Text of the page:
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[ FALL 2011

P r o f e s s o r M A R K W E S T O N D1]

THEMUSEUMOFLIGHT

A museum celebrating light and other phenomenologies


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THEMUSEUMOFLIGHT

A museum celebrating qualities of light_ The program asked for a museum that celebrated light. An important facet of the project was Jun’ichiro Tanizaki’s In the Praise of Shadows. The reading outlined how there are different “qualities of light.” That light is changed by the way in which the light is refracted/reflected/diffracted. Taking these ideas constructs were created made from wood scrapes cut to certain proportions. Then these constructs were photographed using artificial light to simulate how light filters through the construct and how qualities of light were effected.

The museum is divided in two, in a

North/South orientation, creating two separate experiential conditions as the day progressed. On the East side is a circulation space acting as a Conduit allowing people to move through it taking them from the berm to the beach. As the day passes the rising of the tides would push occupants up the Conduit and allowing them to become aware of a passageway through the wall into the Harmonic Volume, a space where the rising tide would be caught inside moving around creating an aural experience. Outside of the Aural space is an open walkway that takes the inhabitant down to a boardwalk that is just below the water level. This space would allow the occupant to experience the air, sunset, and water.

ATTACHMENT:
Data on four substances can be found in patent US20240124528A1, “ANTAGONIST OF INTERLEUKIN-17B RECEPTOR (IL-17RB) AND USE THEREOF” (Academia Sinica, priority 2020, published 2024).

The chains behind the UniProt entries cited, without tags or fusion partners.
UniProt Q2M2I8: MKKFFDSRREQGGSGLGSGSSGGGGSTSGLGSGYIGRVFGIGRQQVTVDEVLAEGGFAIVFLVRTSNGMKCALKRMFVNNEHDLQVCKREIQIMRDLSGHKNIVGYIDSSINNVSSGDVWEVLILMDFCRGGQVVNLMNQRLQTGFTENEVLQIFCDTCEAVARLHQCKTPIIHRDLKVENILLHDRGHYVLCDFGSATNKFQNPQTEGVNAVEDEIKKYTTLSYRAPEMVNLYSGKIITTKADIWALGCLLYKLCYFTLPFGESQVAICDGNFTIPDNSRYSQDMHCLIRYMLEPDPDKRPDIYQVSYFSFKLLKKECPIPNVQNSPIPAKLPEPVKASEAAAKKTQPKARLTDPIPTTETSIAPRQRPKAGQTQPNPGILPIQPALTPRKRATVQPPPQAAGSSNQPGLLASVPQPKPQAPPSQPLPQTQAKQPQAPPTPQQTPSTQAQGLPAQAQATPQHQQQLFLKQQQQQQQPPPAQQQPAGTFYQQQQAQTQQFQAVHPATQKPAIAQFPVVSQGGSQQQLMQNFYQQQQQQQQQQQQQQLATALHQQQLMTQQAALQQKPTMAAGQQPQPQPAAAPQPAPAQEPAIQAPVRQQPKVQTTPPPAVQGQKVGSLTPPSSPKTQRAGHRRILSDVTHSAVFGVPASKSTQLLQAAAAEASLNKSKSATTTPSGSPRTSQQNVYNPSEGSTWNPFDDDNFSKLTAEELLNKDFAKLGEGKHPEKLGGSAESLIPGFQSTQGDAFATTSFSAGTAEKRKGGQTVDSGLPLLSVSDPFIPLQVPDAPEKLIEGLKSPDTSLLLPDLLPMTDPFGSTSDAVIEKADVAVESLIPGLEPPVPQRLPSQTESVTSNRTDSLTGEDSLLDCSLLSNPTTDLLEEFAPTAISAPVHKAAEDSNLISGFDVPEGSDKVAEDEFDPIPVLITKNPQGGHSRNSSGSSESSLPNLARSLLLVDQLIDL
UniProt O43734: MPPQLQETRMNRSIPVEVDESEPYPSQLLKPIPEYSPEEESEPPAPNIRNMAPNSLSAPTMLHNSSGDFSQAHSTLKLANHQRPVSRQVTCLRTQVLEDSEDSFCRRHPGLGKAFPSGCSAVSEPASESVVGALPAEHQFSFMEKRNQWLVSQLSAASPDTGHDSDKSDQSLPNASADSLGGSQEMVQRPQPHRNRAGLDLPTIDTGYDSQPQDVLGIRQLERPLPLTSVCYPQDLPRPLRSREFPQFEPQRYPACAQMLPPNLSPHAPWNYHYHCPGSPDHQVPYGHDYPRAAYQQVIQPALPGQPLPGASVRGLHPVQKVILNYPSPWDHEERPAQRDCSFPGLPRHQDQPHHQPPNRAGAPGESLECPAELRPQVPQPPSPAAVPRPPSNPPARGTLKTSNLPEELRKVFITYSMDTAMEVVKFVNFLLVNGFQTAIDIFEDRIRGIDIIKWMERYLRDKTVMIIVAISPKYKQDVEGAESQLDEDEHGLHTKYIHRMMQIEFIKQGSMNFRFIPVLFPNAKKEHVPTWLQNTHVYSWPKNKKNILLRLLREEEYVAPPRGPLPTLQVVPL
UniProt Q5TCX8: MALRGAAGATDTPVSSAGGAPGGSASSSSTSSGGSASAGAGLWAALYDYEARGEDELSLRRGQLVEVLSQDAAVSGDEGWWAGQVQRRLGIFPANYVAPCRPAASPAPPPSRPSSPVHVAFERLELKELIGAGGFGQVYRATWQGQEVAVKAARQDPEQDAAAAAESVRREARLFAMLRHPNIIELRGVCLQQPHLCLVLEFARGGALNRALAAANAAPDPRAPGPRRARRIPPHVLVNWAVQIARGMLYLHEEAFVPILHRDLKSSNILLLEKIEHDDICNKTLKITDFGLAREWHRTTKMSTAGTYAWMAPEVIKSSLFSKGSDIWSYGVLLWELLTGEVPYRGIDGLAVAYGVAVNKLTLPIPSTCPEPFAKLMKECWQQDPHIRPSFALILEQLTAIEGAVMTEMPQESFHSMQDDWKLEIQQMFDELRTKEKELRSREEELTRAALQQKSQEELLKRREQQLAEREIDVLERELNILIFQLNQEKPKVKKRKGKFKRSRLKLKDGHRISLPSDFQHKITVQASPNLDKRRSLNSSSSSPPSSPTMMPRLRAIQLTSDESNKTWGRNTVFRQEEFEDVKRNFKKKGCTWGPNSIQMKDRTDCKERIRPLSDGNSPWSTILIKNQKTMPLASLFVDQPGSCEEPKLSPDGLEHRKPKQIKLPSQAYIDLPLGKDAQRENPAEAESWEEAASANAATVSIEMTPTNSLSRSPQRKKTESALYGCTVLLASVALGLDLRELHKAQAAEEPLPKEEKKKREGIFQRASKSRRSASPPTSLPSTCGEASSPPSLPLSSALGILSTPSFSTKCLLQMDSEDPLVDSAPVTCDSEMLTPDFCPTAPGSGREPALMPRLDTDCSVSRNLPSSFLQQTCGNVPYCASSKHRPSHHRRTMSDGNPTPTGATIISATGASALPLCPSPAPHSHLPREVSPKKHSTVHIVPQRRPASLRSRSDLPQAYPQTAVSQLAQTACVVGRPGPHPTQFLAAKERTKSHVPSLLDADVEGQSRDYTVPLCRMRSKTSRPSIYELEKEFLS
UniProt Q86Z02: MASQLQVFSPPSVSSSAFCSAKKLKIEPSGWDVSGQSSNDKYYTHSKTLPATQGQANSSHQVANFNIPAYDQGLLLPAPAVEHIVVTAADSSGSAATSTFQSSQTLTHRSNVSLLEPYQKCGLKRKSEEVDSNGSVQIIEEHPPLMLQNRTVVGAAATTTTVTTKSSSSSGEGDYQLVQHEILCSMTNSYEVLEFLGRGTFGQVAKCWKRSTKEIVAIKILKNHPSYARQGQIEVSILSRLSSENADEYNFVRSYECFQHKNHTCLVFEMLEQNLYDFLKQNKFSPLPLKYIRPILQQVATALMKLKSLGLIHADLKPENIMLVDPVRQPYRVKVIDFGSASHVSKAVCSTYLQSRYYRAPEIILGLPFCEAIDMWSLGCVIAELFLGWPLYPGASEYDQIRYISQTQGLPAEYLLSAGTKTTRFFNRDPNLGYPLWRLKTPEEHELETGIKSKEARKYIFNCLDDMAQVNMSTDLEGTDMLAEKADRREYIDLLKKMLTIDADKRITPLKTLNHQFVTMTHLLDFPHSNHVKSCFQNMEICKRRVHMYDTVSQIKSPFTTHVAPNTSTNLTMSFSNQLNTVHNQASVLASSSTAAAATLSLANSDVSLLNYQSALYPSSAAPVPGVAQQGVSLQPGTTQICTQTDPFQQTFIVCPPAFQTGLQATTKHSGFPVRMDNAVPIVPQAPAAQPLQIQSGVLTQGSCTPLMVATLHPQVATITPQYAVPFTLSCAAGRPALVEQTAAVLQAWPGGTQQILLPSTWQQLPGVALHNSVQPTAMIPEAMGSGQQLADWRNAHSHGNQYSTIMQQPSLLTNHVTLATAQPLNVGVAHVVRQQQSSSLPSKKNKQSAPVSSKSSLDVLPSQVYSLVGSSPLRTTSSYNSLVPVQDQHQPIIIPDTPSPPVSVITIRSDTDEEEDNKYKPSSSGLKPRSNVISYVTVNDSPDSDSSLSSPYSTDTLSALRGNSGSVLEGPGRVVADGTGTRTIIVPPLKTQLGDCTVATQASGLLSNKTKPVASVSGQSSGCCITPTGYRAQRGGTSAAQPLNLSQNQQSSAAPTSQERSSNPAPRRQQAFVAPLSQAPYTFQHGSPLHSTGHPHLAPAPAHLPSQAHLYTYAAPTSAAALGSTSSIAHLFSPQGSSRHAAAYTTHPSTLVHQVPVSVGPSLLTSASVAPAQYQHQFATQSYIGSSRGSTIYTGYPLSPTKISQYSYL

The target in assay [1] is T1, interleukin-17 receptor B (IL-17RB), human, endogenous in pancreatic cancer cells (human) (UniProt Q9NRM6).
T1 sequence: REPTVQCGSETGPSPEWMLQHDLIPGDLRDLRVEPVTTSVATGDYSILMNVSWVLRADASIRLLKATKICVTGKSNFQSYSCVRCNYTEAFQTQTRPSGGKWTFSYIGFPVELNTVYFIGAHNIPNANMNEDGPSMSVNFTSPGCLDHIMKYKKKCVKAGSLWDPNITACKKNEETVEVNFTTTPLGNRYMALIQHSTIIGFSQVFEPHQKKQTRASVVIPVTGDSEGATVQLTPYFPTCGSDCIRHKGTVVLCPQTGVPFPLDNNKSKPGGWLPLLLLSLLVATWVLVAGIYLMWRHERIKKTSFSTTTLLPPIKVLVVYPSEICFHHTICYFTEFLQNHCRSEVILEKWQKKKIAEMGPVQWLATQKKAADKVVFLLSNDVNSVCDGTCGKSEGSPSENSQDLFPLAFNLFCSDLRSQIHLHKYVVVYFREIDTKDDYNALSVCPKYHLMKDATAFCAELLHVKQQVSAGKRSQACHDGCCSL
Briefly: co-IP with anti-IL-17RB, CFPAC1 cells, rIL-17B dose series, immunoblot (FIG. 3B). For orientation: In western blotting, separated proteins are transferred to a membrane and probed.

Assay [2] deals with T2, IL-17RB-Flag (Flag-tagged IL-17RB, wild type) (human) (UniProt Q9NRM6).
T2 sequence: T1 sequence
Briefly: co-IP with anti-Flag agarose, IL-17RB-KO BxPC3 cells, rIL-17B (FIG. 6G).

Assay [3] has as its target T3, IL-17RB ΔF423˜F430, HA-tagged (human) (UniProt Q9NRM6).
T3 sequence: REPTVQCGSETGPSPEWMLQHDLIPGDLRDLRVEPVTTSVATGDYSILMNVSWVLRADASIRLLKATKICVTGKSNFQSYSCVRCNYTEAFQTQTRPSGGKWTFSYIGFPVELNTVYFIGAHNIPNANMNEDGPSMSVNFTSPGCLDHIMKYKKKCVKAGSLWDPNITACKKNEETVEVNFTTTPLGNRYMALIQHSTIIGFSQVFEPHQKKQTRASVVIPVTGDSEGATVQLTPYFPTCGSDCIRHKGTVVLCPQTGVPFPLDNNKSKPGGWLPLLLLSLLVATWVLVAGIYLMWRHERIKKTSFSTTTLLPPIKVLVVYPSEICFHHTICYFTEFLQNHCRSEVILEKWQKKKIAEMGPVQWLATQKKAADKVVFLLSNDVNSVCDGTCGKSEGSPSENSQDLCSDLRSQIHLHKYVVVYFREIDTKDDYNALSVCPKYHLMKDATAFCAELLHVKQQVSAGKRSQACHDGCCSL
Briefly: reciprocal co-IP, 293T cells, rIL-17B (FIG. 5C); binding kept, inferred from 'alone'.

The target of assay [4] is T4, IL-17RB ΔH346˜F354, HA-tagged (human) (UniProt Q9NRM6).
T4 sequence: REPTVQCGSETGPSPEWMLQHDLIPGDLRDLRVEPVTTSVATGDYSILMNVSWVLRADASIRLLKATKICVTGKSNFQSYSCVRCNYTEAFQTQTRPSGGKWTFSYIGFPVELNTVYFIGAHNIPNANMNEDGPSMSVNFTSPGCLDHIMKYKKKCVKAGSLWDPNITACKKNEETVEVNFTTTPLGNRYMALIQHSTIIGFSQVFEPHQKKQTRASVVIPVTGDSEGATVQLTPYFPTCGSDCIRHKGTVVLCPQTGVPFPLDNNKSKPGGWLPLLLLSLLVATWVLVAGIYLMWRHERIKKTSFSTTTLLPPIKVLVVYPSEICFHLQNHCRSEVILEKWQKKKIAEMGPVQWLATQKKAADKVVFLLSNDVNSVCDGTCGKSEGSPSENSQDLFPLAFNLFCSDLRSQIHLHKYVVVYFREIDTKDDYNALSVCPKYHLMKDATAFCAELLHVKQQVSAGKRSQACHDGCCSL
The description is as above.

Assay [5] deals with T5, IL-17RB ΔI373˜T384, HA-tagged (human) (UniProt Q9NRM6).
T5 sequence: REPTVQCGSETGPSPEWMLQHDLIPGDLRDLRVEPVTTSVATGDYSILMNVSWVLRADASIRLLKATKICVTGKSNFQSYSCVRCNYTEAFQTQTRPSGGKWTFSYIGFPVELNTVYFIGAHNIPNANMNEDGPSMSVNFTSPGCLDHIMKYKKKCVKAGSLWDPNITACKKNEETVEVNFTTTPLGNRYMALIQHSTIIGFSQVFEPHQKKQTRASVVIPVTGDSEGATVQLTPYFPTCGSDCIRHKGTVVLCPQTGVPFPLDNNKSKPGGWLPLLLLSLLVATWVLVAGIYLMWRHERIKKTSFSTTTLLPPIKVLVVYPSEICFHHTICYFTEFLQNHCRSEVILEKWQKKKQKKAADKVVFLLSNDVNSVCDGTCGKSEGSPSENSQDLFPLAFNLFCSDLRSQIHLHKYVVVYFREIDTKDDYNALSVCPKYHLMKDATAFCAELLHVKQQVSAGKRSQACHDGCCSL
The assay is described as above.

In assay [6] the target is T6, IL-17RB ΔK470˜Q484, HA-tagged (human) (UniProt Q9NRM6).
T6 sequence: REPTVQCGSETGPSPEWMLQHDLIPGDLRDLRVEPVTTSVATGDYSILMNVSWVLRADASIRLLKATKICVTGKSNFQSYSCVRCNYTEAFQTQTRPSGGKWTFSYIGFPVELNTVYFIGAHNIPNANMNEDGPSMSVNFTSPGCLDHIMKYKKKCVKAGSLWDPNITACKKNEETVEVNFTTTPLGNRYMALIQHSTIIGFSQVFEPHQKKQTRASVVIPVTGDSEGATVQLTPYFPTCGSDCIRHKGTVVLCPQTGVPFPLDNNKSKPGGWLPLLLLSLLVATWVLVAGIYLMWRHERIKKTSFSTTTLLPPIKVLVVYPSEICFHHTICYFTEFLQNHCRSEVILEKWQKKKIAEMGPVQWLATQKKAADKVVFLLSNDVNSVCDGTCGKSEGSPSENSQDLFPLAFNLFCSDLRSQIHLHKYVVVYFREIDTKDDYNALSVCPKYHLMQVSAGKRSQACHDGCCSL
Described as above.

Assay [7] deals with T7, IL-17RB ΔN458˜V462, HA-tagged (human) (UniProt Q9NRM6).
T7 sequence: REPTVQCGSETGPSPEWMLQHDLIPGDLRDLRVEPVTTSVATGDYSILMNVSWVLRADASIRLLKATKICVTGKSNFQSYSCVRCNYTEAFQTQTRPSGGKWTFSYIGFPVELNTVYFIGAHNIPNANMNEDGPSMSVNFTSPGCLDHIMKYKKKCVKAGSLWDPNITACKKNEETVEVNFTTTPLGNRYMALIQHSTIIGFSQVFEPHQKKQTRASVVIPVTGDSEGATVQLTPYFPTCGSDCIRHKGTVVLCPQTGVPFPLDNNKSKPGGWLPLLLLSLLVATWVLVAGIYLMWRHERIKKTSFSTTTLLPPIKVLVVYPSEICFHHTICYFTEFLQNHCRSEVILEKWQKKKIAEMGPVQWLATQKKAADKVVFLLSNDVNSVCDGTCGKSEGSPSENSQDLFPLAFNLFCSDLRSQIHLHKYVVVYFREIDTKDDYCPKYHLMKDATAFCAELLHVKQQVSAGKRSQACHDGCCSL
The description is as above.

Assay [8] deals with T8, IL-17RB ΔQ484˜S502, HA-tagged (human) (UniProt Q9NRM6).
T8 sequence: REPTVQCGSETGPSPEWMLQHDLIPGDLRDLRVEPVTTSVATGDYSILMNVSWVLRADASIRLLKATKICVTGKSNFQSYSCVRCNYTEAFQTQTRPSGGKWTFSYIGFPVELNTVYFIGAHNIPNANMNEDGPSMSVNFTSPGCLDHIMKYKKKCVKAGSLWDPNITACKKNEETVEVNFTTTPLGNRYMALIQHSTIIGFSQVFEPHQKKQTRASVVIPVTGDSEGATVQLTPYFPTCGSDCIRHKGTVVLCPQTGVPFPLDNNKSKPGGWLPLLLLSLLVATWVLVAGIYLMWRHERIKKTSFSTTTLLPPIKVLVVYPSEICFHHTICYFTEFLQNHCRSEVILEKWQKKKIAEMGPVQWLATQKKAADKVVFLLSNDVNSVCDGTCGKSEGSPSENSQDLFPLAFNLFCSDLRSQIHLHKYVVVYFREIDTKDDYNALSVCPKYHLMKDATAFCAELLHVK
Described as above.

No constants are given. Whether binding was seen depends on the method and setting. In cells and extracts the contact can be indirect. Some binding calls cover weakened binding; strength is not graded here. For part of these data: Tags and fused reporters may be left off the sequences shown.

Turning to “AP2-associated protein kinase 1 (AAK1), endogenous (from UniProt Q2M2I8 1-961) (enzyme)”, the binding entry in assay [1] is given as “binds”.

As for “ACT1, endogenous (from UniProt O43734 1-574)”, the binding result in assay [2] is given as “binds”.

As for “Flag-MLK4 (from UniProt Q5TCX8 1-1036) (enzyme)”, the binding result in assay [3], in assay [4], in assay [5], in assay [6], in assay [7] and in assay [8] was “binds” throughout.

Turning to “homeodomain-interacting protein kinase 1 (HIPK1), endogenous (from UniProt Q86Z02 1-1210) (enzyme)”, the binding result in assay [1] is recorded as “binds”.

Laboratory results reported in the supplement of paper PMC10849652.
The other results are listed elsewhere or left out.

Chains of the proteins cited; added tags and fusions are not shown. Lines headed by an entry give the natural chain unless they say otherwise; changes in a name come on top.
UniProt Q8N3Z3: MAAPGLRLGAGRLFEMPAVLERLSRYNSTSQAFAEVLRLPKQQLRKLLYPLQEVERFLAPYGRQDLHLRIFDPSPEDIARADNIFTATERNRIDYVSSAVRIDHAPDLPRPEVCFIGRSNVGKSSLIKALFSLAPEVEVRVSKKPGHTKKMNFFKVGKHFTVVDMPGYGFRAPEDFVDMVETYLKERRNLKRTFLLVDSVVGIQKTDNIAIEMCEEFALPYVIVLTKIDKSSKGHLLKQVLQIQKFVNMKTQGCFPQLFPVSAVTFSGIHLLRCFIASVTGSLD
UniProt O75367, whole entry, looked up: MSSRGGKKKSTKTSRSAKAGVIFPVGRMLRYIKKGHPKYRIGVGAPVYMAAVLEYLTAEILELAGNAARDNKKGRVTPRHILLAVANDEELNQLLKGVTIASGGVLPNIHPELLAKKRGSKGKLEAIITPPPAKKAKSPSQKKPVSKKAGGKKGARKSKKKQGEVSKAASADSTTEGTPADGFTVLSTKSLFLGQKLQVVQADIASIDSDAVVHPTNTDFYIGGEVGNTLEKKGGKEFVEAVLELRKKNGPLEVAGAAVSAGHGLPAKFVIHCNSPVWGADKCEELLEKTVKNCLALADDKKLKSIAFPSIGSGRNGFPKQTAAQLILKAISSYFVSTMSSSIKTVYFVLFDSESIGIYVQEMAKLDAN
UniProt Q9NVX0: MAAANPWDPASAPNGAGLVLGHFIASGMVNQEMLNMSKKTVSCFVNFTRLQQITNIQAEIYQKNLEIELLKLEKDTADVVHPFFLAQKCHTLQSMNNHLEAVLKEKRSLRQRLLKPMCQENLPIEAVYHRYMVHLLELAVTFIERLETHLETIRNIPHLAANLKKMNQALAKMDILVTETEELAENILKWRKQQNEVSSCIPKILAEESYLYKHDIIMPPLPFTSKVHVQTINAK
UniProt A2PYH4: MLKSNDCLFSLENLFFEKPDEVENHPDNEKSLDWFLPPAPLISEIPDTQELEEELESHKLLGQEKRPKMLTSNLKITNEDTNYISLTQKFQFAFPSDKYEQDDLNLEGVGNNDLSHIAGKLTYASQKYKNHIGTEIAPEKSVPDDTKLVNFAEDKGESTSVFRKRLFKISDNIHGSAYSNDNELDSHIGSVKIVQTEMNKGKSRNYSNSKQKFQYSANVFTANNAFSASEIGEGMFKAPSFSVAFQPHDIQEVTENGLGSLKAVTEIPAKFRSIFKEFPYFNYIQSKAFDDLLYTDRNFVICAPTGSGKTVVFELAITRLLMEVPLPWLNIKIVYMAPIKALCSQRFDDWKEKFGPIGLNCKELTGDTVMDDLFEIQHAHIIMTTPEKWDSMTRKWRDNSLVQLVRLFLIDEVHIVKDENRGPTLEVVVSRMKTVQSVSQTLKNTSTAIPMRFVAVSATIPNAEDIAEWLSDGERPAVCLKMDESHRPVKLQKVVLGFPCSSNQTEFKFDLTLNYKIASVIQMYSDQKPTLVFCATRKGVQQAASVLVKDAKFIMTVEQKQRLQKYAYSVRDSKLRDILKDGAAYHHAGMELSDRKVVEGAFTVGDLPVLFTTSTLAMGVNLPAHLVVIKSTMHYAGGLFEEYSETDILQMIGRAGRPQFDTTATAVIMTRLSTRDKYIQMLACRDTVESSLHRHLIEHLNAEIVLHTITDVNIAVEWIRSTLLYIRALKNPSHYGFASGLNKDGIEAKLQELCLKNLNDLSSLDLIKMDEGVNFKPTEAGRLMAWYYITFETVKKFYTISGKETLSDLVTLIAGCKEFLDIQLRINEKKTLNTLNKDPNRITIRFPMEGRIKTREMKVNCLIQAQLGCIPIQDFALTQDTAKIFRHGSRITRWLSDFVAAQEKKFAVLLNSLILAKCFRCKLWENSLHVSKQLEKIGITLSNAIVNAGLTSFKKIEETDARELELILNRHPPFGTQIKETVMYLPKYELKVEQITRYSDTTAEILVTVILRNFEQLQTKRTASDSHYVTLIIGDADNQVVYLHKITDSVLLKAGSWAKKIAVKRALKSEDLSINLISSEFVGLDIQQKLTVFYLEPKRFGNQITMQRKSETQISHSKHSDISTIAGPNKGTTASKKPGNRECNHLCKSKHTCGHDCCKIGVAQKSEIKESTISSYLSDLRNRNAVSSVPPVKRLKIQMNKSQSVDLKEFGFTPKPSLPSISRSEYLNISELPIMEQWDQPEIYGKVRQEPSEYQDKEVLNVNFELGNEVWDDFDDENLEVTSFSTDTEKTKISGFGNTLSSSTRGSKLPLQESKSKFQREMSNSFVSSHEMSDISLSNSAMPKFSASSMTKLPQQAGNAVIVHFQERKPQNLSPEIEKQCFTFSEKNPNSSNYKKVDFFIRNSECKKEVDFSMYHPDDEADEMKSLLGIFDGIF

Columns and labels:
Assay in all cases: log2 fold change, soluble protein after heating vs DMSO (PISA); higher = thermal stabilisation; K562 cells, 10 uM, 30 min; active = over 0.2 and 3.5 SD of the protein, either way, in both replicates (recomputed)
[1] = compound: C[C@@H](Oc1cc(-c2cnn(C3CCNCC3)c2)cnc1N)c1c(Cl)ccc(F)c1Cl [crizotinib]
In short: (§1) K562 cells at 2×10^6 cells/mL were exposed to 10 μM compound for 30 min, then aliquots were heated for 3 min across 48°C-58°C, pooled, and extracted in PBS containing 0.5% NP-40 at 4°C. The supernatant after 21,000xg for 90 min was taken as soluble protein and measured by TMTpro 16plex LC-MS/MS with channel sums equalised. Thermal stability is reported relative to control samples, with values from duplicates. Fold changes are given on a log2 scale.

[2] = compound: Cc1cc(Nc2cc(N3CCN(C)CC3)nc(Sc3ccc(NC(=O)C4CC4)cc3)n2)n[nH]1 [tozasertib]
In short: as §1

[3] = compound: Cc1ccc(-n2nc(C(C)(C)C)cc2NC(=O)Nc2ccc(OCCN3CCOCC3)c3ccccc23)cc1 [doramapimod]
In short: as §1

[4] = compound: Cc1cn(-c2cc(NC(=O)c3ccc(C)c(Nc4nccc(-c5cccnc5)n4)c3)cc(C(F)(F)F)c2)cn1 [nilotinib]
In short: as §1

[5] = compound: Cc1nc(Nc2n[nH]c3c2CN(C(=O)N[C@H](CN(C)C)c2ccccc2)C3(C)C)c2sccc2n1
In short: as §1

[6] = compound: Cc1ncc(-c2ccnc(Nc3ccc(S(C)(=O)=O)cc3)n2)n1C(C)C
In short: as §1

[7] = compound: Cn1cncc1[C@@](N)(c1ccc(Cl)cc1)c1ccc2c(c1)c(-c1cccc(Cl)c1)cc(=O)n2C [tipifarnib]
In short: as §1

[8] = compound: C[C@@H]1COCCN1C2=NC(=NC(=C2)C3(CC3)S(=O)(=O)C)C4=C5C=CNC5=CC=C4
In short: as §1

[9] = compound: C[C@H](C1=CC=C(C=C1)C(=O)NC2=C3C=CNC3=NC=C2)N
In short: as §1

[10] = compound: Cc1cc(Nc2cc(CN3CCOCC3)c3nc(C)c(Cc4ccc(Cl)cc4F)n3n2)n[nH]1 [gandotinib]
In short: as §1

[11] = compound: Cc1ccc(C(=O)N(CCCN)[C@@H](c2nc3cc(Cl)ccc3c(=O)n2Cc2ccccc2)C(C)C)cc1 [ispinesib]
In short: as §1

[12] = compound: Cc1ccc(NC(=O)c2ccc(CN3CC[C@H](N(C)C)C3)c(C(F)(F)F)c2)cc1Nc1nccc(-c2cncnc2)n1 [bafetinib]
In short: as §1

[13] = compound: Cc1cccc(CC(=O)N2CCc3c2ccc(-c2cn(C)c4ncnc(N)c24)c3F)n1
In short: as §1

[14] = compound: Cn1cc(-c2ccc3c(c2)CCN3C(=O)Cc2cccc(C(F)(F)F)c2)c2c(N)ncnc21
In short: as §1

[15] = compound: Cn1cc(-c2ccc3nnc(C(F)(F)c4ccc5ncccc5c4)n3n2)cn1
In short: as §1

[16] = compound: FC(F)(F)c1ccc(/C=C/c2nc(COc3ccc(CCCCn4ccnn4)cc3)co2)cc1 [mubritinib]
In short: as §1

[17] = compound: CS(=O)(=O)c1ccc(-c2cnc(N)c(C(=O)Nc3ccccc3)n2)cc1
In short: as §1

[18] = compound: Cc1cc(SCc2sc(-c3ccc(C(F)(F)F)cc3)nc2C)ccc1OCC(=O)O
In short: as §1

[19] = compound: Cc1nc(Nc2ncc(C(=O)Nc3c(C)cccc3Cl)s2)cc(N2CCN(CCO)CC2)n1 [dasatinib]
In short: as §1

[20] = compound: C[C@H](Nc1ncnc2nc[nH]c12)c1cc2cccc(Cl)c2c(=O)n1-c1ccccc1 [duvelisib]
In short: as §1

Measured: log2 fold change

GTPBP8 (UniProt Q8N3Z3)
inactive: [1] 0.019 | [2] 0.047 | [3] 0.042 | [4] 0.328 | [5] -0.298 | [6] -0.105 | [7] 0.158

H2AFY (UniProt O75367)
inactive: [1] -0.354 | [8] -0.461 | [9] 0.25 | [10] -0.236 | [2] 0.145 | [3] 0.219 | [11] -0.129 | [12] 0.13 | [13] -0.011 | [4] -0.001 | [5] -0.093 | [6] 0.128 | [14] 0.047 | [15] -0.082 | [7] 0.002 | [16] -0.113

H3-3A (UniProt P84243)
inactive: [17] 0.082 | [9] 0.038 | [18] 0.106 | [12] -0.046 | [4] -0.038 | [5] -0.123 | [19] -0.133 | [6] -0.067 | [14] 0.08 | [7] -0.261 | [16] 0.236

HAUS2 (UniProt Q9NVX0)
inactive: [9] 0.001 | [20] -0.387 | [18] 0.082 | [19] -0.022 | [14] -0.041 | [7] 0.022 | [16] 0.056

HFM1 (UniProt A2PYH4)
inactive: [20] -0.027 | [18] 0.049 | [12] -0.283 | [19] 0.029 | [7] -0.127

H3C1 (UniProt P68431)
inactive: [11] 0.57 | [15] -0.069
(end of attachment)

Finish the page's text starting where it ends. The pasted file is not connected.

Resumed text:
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concept section axo


The Conduit

a circulation space taking occupants from the berm to the ocean.

The Harmonic Volume

A space that traps the ocean water beneath the inhabitant, creating an aural experience